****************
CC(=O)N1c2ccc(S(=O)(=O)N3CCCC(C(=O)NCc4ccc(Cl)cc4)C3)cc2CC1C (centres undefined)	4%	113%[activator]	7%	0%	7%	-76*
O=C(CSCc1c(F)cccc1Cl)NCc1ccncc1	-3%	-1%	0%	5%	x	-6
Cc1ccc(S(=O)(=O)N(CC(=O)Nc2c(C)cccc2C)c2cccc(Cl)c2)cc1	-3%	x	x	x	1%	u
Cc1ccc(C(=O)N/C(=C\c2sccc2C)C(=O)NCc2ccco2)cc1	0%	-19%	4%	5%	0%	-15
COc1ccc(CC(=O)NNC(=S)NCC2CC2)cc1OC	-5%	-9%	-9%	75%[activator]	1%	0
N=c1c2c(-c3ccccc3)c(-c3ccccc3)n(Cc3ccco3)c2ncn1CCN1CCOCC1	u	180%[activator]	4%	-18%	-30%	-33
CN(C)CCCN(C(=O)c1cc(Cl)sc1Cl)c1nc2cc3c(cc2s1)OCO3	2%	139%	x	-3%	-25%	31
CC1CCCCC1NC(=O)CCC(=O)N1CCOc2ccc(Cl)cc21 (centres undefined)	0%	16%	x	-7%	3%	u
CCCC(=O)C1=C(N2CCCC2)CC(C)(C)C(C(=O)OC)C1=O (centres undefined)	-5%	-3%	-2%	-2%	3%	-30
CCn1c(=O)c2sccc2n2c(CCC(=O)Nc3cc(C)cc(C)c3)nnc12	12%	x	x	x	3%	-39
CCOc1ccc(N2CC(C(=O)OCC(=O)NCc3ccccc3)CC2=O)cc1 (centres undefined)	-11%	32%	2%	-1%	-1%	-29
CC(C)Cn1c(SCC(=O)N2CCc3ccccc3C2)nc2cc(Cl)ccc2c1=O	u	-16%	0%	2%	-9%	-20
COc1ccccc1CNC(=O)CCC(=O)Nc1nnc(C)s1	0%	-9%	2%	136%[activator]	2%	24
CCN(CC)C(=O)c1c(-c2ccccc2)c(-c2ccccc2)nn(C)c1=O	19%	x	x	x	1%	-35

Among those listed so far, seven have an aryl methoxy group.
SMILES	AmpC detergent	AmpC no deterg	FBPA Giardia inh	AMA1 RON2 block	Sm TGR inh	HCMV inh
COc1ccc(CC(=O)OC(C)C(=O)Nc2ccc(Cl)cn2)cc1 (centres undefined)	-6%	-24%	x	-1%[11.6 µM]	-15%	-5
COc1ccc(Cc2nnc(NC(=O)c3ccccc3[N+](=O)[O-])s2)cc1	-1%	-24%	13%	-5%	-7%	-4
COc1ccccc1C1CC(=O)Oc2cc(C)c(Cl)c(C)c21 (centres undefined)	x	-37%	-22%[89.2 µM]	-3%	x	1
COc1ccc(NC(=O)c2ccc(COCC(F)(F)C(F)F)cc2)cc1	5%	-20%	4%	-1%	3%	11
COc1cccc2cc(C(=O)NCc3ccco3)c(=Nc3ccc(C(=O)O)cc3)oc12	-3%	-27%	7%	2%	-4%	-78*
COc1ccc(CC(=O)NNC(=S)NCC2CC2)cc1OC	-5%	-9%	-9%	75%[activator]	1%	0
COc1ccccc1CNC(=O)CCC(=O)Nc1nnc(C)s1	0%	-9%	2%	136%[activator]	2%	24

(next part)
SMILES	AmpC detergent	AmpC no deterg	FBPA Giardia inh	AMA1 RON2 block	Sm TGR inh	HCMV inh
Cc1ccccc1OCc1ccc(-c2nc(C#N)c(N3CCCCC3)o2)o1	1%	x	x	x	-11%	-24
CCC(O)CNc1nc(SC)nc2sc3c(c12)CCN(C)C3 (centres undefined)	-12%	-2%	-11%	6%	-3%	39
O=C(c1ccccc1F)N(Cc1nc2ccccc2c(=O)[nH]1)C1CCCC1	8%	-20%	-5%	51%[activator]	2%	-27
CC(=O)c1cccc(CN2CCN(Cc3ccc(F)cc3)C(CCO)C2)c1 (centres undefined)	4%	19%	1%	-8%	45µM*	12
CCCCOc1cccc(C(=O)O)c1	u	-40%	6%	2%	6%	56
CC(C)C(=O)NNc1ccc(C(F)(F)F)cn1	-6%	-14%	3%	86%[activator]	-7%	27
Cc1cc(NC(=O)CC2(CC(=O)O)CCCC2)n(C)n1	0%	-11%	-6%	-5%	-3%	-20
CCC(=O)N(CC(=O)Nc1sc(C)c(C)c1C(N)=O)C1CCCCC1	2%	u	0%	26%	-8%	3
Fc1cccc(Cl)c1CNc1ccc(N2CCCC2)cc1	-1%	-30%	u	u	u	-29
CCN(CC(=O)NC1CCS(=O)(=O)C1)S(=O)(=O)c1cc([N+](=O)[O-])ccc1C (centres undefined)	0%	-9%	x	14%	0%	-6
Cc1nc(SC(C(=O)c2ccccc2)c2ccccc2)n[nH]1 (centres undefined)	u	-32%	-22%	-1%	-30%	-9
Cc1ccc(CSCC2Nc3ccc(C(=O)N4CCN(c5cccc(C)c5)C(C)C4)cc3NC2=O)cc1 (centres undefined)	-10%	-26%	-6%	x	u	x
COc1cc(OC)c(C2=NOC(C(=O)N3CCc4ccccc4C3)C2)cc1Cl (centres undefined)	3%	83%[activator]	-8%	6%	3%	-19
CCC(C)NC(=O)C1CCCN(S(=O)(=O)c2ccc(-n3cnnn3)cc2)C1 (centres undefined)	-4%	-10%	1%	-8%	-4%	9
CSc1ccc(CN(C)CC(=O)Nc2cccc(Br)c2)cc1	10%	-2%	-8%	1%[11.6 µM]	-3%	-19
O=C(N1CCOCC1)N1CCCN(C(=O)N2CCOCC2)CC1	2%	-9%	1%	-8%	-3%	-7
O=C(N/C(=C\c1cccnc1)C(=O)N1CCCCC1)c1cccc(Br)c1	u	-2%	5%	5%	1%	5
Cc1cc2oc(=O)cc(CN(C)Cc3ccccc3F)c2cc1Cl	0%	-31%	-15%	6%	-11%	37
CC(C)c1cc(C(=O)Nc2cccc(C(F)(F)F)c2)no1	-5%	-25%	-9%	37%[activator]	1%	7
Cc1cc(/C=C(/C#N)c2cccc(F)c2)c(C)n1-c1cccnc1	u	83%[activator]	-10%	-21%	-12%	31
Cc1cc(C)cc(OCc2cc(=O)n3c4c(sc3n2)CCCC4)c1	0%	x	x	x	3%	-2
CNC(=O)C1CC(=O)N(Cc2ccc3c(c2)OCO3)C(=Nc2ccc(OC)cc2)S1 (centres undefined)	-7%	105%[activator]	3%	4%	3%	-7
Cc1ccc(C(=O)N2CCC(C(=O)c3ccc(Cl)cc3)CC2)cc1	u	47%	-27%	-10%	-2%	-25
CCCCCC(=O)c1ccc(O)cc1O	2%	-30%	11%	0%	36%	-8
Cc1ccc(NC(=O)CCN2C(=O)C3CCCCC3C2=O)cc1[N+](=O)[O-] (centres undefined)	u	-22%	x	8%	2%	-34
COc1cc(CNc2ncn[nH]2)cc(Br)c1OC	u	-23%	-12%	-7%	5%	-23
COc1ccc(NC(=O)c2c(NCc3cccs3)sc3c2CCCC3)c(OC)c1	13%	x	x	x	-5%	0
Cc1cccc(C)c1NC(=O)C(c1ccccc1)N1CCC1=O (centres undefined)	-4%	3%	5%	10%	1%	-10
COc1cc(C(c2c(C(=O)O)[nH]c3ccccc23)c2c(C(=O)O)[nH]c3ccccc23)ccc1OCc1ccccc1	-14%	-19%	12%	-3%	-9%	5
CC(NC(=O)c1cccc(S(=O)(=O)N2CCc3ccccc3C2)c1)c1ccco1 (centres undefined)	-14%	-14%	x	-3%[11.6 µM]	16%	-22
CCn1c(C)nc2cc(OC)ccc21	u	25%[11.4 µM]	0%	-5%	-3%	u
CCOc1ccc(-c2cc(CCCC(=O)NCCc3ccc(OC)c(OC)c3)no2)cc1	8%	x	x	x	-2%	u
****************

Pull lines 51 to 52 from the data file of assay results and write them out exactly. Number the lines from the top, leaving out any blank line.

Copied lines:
COc1cc(CNc2ncn[nH]2)cc(Br)c1OC	u	-23%	-12%	-7%	5%	-23
COc1ccc(NC(=O)c2c(NCc3cccs3)sc3c2CCCC3)c(OC)c1	13%	x	x	x	-5%	0